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The Museum of Contemporary Art Cleveland (moCa)’s new visual identity emerged, broadly, as a response to modern art’s demand to be viewed from multiple perspectives. Through concepts developed by Michael Aberman, the graphic designer behind the identity, Camelot Typefaces were tasked with creating a unique custom typeface to articulate the museum’s story; the juxtaposing qualities of its architecture, its sense of creative community, and its varied cultural programme.
Founded by Maurice Göldner, Katharina Köhler and Wolfgang Schwärzler, Camelot Typefaces is an independent Leipzig-based type collective known for creating strong contemporary typefaces enmeshed with various cultural dialogues. Given the chance to take a unique creative route, Camelot’s custom typeface for moCa builds on the core principles of Michael’s identity design: the ‘remix,’ borrowed from music, wherein elements are reshuffled and rearranged around an ever-present baseline, and multiplicity—‘two things at once.’
Through their creative strategies and the sensitivity of their design, Camelot build on moCa’s architectural themes by opening up ideas around multiplicity and dialogue, delivered through a combination of bold, rigorous forms wrapped up in a warm and inviting tone. Led by Michael Aberman’s articulation of multiplicity through the graphic design, Camelot‘s sharp contemporary sans is punctuated by gentle curves and irregularities in the letterforms—calling readers to look twice at each character and reinterpret its different qualities. As Camelot explain, “This refers to the ambiguous surface of the museum’s building—a razor-edged, dark and rigid form which at the same time is lively, dazzling, warping and colourful through the reflections on its surface.”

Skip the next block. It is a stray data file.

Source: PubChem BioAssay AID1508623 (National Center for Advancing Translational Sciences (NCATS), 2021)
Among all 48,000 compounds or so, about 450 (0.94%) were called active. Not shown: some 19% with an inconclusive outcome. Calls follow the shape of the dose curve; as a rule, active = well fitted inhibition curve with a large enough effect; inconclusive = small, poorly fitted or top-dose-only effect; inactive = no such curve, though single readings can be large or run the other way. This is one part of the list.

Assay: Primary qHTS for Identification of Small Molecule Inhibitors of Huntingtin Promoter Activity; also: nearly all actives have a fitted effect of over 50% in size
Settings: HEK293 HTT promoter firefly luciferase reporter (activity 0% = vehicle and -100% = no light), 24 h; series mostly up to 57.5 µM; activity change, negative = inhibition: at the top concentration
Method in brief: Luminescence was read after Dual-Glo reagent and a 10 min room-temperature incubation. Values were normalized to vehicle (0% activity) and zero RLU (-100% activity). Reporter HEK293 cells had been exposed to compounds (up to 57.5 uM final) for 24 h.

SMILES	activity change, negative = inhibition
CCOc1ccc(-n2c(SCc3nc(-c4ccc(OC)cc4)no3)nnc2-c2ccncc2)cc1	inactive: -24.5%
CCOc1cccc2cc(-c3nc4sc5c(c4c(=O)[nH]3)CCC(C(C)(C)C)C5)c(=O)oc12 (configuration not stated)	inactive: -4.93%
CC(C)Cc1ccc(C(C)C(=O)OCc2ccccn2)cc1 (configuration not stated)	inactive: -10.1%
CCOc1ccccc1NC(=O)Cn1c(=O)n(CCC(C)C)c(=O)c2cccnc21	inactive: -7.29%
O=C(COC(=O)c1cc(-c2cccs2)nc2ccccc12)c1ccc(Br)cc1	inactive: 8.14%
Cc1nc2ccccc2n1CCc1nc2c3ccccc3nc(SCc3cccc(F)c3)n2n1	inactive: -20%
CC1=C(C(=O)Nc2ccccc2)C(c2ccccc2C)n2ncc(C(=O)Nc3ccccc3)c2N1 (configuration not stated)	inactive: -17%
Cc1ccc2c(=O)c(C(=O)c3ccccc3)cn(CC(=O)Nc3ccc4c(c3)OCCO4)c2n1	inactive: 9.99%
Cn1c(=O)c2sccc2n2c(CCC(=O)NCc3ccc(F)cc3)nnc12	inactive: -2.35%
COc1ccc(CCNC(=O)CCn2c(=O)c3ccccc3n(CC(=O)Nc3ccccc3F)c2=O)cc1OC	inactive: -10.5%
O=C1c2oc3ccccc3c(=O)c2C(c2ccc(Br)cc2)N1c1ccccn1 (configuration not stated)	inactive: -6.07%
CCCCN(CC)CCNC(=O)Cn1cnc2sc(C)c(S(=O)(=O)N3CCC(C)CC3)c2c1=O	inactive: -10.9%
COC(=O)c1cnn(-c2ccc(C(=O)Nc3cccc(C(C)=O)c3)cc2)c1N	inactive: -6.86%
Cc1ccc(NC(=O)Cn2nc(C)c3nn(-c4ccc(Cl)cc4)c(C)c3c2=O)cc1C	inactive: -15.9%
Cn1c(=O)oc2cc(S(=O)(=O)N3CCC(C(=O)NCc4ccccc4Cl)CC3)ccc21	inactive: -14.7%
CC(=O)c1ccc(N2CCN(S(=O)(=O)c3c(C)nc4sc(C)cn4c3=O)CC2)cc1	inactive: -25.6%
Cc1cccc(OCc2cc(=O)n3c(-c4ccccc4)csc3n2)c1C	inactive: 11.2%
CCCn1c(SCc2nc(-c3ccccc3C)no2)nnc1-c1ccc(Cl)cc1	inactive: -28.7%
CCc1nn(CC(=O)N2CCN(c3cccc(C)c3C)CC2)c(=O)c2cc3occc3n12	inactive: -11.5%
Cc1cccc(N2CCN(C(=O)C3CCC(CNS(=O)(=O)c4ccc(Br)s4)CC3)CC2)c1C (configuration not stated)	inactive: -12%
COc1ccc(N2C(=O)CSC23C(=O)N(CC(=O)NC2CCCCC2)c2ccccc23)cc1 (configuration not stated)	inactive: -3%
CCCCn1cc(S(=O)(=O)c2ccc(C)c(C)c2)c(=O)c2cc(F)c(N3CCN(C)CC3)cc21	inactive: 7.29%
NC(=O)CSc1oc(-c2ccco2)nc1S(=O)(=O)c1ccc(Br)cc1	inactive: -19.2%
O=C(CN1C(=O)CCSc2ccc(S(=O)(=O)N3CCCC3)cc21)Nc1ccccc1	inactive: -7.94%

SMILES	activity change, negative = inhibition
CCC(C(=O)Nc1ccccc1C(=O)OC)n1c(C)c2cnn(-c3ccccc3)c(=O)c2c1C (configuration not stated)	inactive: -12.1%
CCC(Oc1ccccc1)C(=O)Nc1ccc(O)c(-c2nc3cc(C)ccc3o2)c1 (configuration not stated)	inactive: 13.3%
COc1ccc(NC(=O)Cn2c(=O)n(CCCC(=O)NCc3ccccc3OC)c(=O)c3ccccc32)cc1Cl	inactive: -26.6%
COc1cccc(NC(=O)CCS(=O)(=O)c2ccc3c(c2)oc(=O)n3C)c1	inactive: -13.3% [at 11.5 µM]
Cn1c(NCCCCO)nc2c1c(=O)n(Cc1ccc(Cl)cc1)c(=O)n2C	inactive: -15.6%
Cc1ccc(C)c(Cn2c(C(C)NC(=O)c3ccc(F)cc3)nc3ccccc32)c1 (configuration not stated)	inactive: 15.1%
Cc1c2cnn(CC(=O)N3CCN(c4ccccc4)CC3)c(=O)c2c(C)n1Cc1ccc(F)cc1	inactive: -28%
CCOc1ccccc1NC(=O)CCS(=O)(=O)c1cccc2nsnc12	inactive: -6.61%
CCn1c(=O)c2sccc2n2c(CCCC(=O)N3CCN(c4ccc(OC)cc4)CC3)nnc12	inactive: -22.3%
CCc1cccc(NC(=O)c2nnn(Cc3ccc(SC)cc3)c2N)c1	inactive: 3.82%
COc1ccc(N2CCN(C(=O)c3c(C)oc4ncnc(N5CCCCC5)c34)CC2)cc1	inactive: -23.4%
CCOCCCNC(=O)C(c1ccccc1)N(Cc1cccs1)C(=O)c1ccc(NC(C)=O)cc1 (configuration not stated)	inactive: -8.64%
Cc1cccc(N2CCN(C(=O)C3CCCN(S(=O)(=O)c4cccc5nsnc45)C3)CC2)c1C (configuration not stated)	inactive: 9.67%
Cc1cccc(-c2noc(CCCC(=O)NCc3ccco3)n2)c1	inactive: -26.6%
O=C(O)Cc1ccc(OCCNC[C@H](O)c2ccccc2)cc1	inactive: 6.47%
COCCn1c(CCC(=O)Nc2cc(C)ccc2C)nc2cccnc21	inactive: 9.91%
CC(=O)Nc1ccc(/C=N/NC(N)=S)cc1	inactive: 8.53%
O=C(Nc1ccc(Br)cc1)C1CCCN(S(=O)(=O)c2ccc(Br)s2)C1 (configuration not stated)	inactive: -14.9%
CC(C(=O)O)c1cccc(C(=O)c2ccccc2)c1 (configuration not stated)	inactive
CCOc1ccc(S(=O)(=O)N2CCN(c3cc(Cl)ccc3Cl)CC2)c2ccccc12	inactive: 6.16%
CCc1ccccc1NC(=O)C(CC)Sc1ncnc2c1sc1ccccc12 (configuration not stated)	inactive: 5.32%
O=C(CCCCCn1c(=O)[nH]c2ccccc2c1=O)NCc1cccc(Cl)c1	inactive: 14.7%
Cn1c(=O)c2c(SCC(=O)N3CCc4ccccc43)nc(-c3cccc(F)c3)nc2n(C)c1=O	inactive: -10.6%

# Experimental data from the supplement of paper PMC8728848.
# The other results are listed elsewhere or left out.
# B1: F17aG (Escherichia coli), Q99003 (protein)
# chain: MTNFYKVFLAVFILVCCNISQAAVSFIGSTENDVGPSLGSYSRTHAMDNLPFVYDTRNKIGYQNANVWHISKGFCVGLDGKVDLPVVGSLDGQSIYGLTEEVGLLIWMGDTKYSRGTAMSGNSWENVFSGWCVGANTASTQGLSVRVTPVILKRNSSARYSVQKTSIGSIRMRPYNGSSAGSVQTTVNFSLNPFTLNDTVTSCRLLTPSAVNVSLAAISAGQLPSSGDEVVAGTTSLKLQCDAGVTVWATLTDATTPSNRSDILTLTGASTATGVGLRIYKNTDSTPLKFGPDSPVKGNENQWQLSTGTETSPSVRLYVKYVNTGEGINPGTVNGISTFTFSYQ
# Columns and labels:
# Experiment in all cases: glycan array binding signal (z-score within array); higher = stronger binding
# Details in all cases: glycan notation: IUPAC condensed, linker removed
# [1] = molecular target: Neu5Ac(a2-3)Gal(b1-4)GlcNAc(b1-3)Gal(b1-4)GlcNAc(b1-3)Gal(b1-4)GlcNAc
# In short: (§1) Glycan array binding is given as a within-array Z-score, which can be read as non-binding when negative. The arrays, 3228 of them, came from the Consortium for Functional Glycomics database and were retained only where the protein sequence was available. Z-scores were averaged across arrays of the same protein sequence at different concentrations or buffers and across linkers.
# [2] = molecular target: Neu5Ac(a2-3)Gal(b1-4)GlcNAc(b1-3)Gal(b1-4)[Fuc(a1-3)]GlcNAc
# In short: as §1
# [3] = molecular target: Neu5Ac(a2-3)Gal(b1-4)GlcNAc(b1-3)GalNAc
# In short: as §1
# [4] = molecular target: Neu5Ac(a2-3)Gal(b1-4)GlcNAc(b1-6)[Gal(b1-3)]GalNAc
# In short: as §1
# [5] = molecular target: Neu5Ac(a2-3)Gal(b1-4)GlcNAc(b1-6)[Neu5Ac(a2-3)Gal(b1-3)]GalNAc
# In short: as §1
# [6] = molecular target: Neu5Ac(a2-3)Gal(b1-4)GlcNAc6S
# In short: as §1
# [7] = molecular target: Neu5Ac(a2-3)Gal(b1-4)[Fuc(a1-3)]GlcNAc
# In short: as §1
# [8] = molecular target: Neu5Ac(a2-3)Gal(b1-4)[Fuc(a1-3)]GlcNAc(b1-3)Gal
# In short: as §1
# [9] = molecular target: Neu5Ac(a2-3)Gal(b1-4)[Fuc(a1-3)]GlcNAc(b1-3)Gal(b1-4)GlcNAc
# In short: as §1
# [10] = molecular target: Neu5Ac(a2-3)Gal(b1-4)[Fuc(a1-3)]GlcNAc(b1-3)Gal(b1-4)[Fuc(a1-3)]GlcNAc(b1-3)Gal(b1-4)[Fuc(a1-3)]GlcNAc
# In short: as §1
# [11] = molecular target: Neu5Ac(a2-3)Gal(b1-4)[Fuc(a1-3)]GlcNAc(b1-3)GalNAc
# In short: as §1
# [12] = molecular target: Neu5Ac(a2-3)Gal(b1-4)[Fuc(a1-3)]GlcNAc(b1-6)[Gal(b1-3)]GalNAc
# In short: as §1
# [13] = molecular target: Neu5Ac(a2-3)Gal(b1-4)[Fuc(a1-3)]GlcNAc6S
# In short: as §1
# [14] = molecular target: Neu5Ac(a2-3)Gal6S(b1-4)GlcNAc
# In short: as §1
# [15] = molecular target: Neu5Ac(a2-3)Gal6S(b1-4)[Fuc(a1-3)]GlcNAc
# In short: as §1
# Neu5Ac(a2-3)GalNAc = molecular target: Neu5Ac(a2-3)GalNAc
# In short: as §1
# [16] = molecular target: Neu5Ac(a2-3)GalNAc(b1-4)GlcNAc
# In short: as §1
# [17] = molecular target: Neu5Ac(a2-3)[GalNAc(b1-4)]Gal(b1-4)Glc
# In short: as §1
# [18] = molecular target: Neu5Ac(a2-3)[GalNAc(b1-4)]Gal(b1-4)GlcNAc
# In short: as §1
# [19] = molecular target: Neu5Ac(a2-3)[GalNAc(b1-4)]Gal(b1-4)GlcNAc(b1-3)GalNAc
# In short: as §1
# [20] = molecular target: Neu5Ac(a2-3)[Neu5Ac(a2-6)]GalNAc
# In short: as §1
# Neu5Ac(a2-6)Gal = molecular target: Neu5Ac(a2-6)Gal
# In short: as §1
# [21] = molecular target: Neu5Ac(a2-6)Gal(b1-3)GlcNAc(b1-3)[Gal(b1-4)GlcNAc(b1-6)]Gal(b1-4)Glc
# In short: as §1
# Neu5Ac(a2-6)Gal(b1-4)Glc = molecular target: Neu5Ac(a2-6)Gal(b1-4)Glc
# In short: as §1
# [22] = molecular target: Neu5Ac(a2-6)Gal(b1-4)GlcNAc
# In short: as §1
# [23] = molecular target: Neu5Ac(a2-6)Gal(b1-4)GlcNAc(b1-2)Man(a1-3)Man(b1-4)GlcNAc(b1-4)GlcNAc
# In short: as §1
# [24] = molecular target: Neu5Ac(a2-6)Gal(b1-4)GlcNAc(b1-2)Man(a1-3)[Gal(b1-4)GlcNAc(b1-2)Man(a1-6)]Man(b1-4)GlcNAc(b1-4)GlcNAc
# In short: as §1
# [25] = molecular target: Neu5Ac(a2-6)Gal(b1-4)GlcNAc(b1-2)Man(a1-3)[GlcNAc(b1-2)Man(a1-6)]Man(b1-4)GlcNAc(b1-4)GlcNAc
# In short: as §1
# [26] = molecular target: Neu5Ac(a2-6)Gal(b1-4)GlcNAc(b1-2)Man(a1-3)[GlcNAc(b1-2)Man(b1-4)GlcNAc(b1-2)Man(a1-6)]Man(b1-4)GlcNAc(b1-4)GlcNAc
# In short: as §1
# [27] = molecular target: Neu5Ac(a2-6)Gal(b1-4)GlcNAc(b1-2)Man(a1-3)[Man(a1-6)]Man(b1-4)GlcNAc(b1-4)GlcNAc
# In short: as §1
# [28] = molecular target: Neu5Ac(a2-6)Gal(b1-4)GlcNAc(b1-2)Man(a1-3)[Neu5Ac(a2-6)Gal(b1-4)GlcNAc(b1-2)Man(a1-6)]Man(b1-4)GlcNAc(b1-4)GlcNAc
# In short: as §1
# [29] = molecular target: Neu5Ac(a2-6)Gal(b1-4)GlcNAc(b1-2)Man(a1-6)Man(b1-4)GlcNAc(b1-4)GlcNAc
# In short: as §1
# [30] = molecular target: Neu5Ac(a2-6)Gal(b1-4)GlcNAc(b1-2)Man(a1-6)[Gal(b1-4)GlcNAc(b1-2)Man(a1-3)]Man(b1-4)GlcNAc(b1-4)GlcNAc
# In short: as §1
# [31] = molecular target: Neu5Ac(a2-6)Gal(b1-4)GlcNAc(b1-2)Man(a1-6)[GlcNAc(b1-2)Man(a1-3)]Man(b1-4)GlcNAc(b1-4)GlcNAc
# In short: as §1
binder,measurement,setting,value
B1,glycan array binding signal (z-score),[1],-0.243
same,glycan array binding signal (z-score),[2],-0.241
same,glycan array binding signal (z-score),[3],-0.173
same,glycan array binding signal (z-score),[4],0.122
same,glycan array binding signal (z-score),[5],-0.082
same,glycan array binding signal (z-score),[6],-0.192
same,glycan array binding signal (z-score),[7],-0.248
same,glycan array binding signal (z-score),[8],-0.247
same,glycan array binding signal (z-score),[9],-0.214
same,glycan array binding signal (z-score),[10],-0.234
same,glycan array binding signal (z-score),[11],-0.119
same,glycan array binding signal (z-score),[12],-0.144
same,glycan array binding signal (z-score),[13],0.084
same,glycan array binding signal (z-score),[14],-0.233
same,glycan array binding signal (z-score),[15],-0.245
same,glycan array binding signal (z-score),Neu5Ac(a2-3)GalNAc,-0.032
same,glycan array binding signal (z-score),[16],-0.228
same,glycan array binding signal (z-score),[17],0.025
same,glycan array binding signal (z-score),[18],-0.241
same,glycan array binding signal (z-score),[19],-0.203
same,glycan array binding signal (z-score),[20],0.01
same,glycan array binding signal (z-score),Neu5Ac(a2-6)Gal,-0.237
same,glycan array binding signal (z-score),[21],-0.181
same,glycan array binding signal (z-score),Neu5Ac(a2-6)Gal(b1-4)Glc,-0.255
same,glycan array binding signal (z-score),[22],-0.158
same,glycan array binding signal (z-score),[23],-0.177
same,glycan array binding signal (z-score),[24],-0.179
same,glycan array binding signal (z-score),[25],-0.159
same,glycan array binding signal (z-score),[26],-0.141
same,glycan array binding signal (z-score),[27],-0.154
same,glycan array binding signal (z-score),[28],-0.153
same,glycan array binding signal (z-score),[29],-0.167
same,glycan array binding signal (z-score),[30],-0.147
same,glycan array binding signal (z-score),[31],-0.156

It has to be said that this is what emerges most beautifully from the custom typeface—its embodiment of the space that moCa’s building was intended to be. As the building’s architect, Farshid Moussavi, writes in her description of its design: “MOCA Cleveland is a contemporary art museum designed to serve as a public ‘living room’ in a cosmopolitan Cleveland neighborhood, and to act as a catalyst for creativity and growth for the city. Its twisting architectural form shifts from a compact hexagonal base to a rectangular roof, creating a new public plaza, a soaring atrium and a dynamic double-decker staircase.”
Through the seamless combination of geometric lines and unconventional formal gestures, this typeface successfully carves out a distinctive, engaging new typographic voice for moCa; drawing from both its place in the community and its engagement in modern art. Formed from a shifting sum of parts which converse in various ways, the identity and typeface come together to voice the complex story of moCa, all while remaining clean, compelling and current. Thank you so much to Camelot Typefaces for sharing more with us on this project! Be sure to keep up with Camelot on socials, and delve in their font library for regular doses of delicious type.
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